Today I wanted to share something that’s very special to with you.
No, it’s not this picture. I just somehow decided this was the most relevant picture for this post.
Alright, back to the post.
Fun fact. I really loved writing college essays. This probably explains why blogging comes like second nature to me. I love writing on random topics – and doing it briefly – in a creative and sometimes informal way. Yup, that sounds exactly like a blog.
When I was applying to college I actually applied to 11 of them. Yes, ELEVEN. I was crazy. What really happened was that I was far too lazy to do any research and I was hoping a bunch of them would reject me. So I wrote a lot of essays.
I wrote one about why my favorite color is black, another about the Garden State soundtrack, another about my dad’s cousin, and I’m sure many other boring ones. By far my favorite one to tell people about was one that I only used to apply to NYU. It was an essay about whether or not you tell somebody they have boogers in his or her nose. (I’ll wait for you to read that again.) The crazy part was that I got in with it!
So now I can say that I got into NYU with an essay about boogers. Check it out:
It is green and slimy, and it is hanging out of his nose. I am sure there is a technical term for it, but I guess I still refer to them as boogers. I hate this dilemma.
Do you want to tell the person he has the booger in his nose, or do you ignore it through the entire conversation? Ignoring it does not work, as you talk to this person your eyes roam from his eyes down to the goop dripping out of his nose and then jerk back up to his eyes. Of course, it really is not that obvious to the person you are talking to or else he would have realized that he had something rather unattractive in his nose.
The next option is, rather than directly stating it, is to try rubbing your own nose in order to possibly initiate a move on his part. In some scenarios, this action might cause him to wonder what is going on and would a) eventually leave you alone (which would solve your immediate problem) or b) ask what the problem is, which would be merely circuitous. To tell him, or to not tell him, that is the question. Who would have thought Hamlet’s words would have become twisted enough to contemplate a dilemma concerning boogers?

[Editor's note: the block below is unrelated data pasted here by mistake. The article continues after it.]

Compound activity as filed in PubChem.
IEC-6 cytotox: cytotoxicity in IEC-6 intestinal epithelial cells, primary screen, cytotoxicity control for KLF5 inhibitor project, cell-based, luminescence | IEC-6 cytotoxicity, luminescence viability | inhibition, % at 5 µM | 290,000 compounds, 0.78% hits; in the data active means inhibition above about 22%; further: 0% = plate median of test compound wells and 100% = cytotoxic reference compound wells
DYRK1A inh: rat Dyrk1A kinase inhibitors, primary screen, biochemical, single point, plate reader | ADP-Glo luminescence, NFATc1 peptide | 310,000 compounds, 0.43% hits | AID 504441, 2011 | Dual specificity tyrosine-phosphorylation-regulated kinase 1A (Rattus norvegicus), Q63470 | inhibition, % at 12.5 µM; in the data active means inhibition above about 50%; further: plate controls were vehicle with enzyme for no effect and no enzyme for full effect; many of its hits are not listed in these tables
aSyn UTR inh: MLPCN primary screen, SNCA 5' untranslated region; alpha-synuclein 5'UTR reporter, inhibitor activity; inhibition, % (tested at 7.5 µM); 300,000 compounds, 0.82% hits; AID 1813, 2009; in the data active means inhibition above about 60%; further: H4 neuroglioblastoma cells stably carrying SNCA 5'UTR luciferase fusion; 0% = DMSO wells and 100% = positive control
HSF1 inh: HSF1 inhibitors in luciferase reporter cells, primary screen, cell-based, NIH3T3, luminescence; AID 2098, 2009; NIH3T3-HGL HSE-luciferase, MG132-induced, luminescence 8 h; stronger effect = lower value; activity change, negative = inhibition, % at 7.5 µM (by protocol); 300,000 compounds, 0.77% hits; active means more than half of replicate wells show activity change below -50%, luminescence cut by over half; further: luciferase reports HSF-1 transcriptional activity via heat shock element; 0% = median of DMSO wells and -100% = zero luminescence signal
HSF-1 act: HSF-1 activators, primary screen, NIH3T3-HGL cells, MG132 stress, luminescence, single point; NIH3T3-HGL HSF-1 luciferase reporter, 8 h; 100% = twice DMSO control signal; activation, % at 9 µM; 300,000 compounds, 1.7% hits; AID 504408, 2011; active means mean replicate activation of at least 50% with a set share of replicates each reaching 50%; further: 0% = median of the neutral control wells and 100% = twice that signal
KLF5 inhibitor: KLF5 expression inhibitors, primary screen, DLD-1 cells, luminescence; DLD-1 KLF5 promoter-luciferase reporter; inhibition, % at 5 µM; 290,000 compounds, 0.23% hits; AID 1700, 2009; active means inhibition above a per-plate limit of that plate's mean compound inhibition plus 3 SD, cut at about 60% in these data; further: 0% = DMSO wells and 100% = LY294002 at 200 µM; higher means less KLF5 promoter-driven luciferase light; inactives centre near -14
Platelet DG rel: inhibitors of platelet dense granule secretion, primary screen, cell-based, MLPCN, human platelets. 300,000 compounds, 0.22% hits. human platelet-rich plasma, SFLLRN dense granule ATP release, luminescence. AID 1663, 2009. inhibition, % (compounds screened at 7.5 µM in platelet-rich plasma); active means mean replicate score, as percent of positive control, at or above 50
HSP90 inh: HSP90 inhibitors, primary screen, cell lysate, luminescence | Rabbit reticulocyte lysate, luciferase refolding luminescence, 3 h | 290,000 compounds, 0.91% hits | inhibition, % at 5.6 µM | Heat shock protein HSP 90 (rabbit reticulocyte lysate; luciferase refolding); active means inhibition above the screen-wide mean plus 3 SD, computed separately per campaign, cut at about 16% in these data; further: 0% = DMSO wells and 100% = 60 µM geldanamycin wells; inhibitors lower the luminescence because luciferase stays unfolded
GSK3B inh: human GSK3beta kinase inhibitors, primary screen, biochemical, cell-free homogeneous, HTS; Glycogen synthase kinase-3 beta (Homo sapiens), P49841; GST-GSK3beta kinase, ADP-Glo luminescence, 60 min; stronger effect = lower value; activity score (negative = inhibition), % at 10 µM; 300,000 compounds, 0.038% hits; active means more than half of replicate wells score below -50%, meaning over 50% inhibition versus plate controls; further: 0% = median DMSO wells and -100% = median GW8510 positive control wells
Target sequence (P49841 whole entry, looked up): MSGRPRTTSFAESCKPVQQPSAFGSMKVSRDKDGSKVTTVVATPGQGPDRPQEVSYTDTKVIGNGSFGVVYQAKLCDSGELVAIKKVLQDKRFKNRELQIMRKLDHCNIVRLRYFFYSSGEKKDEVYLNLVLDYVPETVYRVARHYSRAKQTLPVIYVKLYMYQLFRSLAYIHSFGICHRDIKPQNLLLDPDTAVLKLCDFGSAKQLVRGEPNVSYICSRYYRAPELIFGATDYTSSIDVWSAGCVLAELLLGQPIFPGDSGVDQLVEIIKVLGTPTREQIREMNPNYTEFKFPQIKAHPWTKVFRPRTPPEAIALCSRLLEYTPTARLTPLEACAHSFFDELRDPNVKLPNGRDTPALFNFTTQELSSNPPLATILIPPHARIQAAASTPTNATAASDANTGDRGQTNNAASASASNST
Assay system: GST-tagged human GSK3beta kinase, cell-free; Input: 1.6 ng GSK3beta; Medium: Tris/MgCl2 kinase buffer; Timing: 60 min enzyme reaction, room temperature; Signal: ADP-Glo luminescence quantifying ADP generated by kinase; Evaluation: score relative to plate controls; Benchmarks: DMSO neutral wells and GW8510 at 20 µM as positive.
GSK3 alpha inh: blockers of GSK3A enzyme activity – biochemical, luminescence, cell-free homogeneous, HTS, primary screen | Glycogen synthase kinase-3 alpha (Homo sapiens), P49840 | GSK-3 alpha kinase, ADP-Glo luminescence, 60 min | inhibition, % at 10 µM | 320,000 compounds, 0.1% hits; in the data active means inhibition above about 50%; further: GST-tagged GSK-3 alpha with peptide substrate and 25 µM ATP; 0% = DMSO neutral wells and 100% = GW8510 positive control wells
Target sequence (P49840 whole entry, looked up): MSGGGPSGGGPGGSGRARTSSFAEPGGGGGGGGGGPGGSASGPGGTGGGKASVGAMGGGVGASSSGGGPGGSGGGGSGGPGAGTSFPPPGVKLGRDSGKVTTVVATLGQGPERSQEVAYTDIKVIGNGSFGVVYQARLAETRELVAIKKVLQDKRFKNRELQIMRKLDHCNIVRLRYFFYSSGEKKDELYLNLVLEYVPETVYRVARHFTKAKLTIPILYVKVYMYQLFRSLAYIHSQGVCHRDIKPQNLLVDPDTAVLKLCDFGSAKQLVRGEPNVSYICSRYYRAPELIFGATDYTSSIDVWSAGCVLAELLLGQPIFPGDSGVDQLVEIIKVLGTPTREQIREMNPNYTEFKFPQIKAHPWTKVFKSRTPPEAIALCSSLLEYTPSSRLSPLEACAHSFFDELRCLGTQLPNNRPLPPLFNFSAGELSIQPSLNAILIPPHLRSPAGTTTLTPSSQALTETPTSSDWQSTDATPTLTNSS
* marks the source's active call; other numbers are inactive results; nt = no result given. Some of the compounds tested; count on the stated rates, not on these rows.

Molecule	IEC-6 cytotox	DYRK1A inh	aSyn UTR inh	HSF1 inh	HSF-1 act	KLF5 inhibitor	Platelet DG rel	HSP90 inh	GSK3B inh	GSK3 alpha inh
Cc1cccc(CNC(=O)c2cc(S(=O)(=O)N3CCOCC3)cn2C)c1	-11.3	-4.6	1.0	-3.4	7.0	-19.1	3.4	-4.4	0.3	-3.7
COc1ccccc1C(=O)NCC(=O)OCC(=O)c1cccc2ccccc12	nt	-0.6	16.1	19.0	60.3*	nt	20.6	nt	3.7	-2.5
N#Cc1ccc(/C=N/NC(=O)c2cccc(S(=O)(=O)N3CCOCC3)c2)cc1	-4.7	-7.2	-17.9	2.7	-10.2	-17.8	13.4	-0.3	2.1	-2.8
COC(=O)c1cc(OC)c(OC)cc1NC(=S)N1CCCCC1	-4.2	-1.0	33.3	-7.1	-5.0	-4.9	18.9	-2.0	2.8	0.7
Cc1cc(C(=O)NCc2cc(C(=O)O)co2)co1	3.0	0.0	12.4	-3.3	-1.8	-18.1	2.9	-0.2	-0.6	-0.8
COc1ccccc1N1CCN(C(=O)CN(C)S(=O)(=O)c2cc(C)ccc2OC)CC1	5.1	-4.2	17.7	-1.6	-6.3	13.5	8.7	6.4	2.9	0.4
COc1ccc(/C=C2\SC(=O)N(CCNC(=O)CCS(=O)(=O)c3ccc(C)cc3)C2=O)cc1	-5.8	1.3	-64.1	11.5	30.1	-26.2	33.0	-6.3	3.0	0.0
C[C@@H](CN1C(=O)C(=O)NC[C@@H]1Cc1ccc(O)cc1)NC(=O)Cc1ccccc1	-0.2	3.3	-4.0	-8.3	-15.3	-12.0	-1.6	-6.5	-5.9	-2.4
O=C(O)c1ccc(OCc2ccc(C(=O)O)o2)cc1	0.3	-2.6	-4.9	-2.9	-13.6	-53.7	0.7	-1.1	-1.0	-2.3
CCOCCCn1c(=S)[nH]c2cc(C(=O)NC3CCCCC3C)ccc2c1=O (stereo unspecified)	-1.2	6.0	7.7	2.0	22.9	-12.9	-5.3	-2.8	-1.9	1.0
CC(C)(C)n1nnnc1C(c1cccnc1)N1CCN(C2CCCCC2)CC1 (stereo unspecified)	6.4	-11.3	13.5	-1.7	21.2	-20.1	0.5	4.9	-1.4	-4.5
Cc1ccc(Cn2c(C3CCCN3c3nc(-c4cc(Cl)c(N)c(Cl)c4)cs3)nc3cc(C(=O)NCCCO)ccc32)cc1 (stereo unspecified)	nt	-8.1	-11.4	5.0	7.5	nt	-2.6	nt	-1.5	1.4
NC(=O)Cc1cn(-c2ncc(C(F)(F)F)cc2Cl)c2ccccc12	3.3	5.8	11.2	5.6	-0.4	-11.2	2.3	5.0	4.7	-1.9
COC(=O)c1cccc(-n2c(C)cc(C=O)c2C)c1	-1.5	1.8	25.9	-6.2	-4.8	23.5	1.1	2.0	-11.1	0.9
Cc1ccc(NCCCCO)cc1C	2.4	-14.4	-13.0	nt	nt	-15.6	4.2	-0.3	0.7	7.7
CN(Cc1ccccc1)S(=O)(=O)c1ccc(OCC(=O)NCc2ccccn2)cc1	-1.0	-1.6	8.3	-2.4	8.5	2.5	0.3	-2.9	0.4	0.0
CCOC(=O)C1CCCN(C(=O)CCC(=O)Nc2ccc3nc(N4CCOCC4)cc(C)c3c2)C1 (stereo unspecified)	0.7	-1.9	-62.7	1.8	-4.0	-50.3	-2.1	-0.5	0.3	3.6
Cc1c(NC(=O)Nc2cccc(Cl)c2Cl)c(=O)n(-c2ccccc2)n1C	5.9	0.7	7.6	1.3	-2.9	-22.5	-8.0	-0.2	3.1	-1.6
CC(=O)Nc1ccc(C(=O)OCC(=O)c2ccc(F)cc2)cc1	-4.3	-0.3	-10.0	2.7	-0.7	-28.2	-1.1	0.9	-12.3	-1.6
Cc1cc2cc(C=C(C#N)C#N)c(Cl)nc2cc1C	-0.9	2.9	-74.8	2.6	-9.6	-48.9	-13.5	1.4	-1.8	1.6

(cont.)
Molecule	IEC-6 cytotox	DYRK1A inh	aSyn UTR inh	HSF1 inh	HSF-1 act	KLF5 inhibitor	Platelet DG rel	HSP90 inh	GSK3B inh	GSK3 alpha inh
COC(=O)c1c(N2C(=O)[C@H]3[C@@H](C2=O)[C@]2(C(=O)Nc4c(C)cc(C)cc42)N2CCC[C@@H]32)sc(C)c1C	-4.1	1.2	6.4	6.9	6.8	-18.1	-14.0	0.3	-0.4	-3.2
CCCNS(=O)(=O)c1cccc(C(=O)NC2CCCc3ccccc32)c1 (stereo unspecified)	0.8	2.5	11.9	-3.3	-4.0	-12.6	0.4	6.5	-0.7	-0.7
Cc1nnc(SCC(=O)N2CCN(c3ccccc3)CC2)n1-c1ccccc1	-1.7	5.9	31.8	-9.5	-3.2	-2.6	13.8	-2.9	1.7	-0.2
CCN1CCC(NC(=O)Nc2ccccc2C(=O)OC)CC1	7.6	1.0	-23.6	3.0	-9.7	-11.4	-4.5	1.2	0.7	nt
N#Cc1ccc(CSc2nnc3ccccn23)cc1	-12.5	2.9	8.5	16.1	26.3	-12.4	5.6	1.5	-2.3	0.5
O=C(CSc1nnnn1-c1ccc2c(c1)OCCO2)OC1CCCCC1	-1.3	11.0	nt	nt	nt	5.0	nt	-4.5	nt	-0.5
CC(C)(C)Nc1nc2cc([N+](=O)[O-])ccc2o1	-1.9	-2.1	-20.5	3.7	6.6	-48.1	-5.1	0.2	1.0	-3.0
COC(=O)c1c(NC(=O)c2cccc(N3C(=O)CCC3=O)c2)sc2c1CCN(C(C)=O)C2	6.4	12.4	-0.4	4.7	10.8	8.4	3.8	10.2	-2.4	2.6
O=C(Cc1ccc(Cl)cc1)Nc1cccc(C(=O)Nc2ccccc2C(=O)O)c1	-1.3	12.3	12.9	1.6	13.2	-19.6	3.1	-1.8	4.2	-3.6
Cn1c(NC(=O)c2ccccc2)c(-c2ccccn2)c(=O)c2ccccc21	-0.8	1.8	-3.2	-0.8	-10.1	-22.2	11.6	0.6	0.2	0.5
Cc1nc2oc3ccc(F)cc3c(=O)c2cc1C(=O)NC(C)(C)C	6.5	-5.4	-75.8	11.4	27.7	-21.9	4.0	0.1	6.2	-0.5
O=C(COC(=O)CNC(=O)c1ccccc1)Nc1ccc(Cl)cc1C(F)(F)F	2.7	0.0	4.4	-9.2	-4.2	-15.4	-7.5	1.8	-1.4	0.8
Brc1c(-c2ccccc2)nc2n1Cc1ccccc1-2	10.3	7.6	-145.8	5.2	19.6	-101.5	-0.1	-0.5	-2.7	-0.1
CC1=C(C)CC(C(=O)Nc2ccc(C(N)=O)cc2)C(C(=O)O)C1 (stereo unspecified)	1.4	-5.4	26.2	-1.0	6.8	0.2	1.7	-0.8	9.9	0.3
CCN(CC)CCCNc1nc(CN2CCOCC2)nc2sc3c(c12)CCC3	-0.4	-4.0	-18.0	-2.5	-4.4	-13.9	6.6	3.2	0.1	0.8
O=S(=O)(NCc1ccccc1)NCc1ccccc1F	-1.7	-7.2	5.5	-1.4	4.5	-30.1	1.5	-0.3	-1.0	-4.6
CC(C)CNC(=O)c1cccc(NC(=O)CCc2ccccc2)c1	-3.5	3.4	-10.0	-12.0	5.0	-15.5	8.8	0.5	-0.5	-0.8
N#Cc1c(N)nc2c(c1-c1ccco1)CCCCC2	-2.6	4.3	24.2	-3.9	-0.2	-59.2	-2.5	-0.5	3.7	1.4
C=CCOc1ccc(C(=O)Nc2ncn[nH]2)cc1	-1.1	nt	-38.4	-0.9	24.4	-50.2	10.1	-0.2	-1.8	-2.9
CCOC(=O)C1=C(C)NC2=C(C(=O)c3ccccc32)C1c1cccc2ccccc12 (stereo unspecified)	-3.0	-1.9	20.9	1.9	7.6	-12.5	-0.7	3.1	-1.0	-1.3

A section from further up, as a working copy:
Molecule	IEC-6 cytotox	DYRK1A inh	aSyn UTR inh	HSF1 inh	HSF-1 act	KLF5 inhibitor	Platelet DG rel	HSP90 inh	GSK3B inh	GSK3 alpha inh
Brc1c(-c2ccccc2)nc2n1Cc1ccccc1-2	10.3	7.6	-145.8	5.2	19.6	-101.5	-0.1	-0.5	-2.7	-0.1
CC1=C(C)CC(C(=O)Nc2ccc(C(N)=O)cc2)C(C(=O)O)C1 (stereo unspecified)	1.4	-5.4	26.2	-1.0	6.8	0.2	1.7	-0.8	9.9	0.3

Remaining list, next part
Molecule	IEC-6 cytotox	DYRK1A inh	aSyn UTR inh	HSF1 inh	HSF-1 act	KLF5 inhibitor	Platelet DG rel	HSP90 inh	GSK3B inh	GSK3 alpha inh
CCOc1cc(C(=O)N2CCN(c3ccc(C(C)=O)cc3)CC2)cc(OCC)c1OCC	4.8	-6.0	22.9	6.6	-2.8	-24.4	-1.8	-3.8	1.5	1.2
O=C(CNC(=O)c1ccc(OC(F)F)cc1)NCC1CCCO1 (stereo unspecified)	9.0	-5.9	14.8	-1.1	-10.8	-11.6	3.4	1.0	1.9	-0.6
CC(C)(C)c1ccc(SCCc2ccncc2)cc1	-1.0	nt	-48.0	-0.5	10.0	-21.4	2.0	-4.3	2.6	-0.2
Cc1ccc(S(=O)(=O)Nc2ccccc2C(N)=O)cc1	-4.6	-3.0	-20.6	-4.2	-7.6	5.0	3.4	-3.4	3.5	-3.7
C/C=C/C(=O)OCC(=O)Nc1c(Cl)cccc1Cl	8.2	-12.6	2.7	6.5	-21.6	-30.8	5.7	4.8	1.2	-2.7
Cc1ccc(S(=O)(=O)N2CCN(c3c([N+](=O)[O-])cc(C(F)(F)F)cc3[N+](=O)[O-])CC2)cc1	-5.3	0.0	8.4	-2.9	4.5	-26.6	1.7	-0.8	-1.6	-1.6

How courteous a person you are, or rather how outgoing a person you are might be the basic issue. It is a rather embarrassing situation, for you and the person involved; only he does not know he has a reason to be embarrassed. Most of the time you do not want to embarrass the other person. You want him to find out after the fact and leave him with hope that it was not there the whole time. Hoping is better than knowing because it leaves room for relief. Allowing the person to be hopeful is one of the kindest ways to handle the situation, unless he is scheduled to be at a job interview or leaving for a blind date. In either of those cases, it is your duty to tell him.
Someone should invent a signal for scenarios like this. If someone forgets to pull up a zipper on his pants, you can say “x, y, z;” the point is made, the zipper is up in half a second. What can you say if you have a bad case of slime up your nose, “a, b, c,” abnormal booger concentration? It does not have quite the same sophisticated sound. If you are feeling brave, you could, by sleight of the hand, wipe his nose without him knowing, by saying you like to perform magic tricks in your spare time. That, however, seems a risky solution.
The best way to handle this potentially embarrassing situation would be to bluntly tell him he needs to find the fastest way possible to wipe his nose. Why become involved with all of the acting and trickery if there is a simple solution to the problem? He will probably thank you in the end.
Did you have any awesome college essays?